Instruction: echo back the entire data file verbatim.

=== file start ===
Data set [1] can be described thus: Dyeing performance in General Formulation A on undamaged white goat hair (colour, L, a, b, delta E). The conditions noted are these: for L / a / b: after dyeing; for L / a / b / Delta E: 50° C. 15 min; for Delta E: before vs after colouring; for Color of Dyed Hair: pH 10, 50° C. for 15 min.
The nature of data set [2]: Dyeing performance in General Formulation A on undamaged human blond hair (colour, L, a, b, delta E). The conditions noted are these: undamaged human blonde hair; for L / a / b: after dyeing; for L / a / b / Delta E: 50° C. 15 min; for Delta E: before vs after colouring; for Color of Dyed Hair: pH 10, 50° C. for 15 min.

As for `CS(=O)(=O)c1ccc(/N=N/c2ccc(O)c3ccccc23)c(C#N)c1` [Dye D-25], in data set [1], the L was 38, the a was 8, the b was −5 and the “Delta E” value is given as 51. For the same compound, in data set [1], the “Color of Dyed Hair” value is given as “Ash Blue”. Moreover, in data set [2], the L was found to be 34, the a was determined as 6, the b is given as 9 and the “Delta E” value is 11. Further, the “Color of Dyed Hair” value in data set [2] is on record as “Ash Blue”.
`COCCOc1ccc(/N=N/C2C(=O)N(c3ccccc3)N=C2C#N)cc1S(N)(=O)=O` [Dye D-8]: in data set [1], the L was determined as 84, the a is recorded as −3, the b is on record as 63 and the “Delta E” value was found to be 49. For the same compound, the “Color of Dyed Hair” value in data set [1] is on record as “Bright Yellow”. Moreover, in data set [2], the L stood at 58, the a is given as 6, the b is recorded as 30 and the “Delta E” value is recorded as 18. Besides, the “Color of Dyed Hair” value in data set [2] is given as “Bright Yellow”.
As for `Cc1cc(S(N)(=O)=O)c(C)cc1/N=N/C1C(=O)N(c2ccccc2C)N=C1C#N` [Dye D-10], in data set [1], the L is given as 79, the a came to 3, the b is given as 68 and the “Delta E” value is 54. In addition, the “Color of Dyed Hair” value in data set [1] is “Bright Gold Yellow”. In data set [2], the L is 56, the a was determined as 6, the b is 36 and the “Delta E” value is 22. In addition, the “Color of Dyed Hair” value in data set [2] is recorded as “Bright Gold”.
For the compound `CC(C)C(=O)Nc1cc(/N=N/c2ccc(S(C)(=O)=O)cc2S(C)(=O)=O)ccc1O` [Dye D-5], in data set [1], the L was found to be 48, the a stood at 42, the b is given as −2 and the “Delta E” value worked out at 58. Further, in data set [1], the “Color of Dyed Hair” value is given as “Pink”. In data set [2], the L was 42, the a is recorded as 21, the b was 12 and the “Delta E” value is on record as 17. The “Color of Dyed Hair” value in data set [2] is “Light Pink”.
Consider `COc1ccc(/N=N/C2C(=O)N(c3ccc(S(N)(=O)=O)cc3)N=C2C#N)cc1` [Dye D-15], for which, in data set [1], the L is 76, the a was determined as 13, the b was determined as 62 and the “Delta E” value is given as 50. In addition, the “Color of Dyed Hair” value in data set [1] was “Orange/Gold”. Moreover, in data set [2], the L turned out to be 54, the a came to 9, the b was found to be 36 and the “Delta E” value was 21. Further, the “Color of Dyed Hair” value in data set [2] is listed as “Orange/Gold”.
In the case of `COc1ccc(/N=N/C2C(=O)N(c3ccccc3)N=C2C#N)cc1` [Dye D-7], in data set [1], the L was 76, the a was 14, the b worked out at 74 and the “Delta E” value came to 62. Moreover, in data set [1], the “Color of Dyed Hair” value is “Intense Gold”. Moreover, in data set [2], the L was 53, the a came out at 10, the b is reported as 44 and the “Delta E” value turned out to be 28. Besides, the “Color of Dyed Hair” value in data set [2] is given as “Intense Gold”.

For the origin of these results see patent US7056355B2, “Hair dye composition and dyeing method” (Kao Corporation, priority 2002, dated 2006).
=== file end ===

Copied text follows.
Data set [1] can be described thus: Dyeing performance in General Formulation A on undamaged white goat hair (colour, L, a, b, delta E). The conditions noted are these: for L / a / b: after dyeing; for L / a / b / Delta E: 50° C. 15 min; for Delta E: before vs after colouring; for Color of Dyed Hair: pH 10, 50° C. for 15 min.
The nature of data set [2]: Dyeing performance in General Formulation A on undamaged human blond hair (colour, L, a, b, delta E). The conditions noted are these: undamaged human blonde hair; for L / a / b: after dyeing; for L / a / b / Delta E: 50° C. 15 min; for Delta E: before vs after colouring; for Color of Dyed Hair: pH 10, 50° C. for 15 min.

As for `CS(=O)(=O)c1ccc(/N=N/c2ccc(O)c3ccccc23)c(C#N)c1` [Dye D-25], in data set [1], the L was 38, the a was 8, the b was −5 and the “Delta E” value is given as 51. For the same compound, in data set [1], the “Color of Dyed Hair” value is given as “Ash Blue”. Moreover, in data set [2], the L was found to be 34, the a was determined as 6, the b is given as 9 and the “Delta E” value is 11. Further, the “Color of Dyed Hair” value in data set [2] is on record as “Ash Blue”.
`COCCOc1ccc(/N=N/C2C(=O)N(c3ccccc3)N=C2C#N)cc1S(N)(=O)=O` [Dye D-8]: in data set [1], the L was determined as 84, the a is recorded as −3, the b is on record as 63 and the “Delta E” value was found to be 49. For the same compound, the “Color of Dyed Hair” value in data set [1] is on record as “Bright Yellow”. Moreover, in data set [2], the L stood at 58, the a is given as 6, the b is recorded as 30 and the “Delta E” value is recorded as 18. Besides, the “Color of Dyed Hair” value in data set [2] is given as “Bright Yellow”.
As for `Cc1cc(S(N)(=O)=O)c(C)cc1/N=N/C1C(=O)N(c2ccccc2C)N=C1C#N` [Dye D-10], in data set [1], the L is given as 79, the a came to 3, the b is given as 68 and the “Delta E” value is 54. In addition, the “Color of Dyed Hair” value in data set [1] is “Bright Gold Yellow”. In data set [2], the L is 56, the a was determined as 6, the b is 36 and the “Delta E” value is 22. In addition, the “Color of Dyed Hair” value in data set [2] is recorded as “Bright Gold”.
For the compound `CC(C)C(=O)Nc1cc(/N=N/c2ccc(S(C)(=O)=O)cc2S(C)(=O)=O)ccc1O` [Dye D-5], in data set [1], the L was found to be 48, the a stood at 42, the b is given as −2 and the “Delta E” value worked out at 58. Further, in data set [1], the “Color of Dyed Hair” value is given as “Pink”. In data set [2], the L was 42, the a is recorded as 21, the b was 12 and the “Delta E” value is on record as 17. The “Color of Dyed Hair” value in data set [2] is “Light Pink”.
Consider `COc1ccc(/N=N/C2C(=O)N(c3ccc(S(N)(=O)=O)cc3)N=C2C#N)cc1` [Dye D-15], for which, in data set [1], the L is 76, the a was determined as 13, the b was determined as 62 and the “Delta E” value is given as 50. In addition, the “Color of Dyed Hair” value in data set [1] was “Orange/Gold”. Moreover, in data set [2], the L turned out to be 54, the a came to 9, the b was found to be 36 and the “Delta E” value was 21. Further, the “Color of Dyed Hair” value in data set [2] is listed as “Orange/Gold”.
In the case of `COc1ccc(/N=N/C2C(=O)N(c3ccccc3)N=C2C#N)cc1` [Dye D-7], in data set [1], the L was 76, the a was 14, the b worked out at 74 and the “Delta E” value came to 62. Moreover, in data set [1], the “Color of Dyed Hair” value is “Intense Gold”. Moreover, in data set [2], the L was 53, the a came out at 10, the b is reported as 44 and the “Delta E” value turned out to be 28. Besides, the “Color of Dyed Hair” value in data set [2] is given as “Intense Gold”.

For the origin of these results see patent US7056355B2, “Hair dye composition and dyeing method” (Kao Corporation, priority 2002, dated 2006).